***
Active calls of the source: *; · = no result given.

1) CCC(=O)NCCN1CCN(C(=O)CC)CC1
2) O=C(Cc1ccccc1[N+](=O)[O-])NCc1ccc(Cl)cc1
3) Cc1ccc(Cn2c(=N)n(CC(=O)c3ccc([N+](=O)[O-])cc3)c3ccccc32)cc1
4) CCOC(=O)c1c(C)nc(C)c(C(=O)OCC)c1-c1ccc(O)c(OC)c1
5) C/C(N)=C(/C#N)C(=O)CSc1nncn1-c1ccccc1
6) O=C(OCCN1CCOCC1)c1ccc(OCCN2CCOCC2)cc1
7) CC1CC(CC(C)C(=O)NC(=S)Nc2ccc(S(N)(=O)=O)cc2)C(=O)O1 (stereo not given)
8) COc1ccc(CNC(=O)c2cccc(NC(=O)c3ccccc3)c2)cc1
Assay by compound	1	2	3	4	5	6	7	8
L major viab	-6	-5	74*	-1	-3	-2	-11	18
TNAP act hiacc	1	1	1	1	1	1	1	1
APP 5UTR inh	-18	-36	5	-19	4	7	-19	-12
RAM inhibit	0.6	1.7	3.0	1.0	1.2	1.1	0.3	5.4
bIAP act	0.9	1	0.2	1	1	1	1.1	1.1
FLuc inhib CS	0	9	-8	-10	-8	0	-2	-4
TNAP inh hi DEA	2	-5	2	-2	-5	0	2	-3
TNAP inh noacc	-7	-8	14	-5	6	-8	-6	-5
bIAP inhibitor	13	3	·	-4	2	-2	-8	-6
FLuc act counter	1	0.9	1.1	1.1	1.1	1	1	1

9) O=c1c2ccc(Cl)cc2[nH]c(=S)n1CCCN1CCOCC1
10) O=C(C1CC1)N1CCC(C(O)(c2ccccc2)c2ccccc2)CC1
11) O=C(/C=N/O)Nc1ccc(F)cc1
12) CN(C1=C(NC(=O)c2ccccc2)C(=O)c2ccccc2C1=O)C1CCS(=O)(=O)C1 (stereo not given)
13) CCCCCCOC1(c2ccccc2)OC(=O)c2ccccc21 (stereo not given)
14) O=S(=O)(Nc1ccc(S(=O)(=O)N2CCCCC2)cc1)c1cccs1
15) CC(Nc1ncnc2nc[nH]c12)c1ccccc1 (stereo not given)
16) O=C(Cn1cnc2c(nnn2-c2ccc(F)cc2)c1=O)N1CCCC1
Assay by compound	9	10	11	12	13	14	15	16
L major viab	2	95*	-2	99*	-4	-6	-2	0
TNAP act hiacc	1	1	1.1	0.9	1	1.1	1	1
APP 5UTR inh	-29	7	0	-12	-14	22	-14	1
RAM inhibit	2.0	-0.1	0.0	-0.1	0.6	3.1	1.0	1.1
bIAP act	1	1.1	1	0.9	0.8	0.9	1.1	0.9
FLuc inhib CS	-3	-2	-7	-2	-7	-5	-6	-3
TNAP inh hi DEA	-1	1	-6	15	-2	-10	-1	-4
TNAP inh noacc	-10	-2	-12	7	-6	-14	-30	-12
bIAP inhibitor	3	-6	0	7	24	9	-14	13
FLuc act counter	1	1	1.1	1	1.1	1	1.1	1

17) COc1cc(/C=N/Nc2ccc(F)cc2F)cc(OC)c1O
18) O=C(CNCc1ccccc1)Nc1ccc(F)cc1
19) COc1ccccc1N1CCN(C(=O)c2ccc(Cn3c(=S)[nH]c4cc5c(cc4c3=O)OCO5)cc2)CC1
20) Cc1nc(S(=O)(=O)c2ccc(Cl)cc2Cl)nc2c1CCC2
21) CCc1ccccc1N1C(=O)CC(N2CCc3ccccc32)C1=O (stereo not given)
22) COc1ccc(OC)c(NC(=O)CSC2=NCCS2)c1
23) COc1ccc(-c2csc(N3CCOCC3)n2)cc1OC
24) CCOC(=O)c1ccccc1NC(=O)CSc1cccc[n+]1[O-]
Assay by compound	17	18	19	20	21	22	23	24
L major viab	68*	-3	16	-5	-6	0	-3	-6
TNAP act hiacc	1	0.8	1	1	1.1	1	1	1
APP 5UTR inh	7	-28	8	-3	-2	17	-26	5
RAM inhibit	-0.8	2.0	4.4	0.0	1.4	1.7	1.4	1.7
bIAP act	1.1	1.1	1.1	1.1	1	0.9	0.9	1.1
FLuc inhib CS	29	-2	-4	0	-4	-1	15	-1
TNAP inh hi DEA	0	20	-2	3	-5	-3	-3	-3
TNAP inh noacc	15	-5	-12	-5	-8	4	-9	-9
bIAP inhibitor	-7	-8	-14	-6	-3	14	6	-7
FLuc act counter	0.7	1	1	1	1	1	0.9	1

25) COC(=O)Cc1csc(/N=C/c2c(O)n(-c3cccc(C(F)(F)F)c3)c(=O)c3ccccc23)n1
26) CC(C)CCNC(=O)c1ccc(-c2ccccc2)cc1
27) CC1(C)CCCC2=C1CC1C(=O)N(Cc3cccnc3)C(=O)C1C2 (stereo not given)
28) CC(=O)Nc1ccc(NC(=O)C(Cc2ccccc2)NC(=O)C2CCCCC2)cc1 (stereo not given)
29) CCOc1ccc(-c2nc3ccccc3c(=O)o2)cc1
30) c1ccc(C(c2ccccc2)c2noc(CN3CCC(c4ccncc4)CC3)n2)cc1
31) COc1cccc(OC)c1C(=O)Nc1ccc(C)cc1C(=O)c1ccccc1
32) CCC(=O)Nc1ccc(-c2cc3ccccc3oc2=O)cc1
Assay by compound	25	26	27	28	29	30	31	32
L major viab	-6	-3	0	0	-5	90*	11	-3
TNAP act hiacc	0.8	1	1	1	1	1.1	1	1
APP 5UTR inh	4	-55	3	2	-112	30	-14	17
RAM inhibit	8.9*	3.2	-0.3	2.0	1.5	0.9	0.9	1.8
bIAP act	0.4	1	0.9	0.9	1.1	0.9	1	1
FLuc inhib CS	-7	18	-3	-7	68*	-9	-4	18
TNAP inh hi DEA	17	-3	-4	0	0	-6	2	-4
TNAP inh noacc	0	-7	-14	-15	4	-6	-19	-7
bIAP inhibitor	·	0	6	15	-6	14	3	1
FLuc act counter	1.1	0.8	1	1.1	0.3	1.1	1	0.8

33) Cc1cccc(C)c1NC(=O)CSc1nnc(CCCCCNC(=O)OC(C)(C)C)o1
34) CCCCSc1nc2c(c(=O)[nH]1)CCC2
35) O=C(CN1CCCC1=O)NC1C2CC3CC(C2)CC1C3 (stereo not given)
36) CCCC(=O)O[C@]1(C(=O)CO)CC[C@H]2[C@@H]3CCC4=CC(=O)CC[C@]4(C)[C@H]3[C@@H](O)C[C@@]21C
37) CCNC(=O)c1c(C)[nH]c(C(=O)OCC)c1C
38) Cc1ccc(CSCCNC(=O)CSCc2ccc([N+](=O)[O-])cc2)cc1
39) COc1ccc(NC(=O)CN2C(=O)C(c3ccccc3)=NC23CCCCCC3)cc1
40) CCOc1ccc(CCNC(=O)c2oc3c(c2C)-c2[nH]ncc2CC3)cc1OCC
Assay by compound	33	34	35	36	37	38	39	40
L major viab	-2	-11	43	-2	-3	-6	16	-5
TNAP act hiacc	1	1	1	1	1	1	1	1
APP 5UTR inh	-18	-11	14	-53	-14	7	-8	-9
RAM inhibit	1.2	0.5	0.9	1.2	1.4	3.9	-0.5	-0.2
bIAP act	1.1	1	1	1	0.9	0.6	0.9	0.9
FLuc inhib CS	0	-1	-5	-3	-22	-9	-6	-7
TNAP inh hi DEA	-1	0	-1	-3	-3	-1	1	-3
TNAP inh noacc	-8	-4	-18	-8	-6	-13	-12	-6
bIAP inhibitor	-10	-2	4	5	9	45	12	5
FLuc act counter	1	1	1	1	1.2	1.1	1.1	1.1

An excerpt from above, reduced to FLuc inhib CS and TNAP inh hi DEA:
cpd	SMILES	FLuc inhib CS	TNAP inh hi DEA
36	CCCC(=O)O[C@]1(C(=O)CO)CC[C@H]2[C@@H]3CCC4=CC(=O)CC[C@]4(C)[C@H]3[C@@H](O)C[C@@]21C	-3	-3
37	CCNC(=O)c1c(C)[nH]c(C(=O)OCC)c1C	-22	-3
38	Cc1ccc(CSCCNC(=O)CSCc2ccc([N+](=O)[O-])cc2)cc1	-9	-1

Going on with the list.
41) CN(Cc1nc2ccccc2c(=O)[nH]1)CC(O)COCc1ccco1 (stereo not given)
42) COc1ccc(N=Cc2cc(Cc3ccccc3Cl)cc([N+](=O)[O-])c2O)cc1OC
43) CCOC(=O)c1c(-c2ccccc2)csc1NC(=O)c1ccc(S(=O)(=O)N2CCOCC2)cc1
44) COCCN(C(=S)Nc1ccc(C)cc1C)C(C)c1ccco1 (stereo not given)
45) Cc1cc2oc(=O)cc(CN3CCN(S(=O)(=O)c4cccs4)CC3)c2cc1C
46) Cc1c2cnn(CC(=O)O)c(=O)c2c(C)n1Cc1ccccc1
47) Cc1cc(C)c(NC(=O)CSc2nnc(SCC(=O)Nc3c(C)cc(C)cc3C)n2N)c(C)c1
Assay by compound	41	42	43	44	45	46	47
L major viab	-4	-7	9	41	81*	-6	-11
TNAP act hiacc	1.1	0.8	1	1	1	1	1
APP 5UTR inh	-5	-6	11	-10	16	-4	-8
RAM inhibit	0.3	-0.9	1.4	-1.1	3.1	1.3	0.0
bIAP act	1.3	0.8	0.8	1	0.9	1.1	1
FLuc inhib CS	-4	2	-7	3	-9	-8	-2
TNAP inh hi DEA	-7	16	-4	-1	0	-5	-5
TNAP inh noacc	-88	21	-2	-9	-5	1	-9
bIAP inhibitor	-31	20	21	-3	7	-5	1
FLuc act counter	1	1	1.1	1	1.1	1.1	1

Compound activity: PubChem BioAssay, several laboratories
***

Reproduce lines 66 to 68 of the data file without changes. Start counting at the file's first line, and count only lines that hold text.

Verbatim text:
32) CCC(=O)Nc1ccc(-c2cc3ccccc3oc2=O)cc1
Assay by compound	25	26	27	28	29	30	31	32
L major viab	-6	-3	0	0	-5	90*	11	-3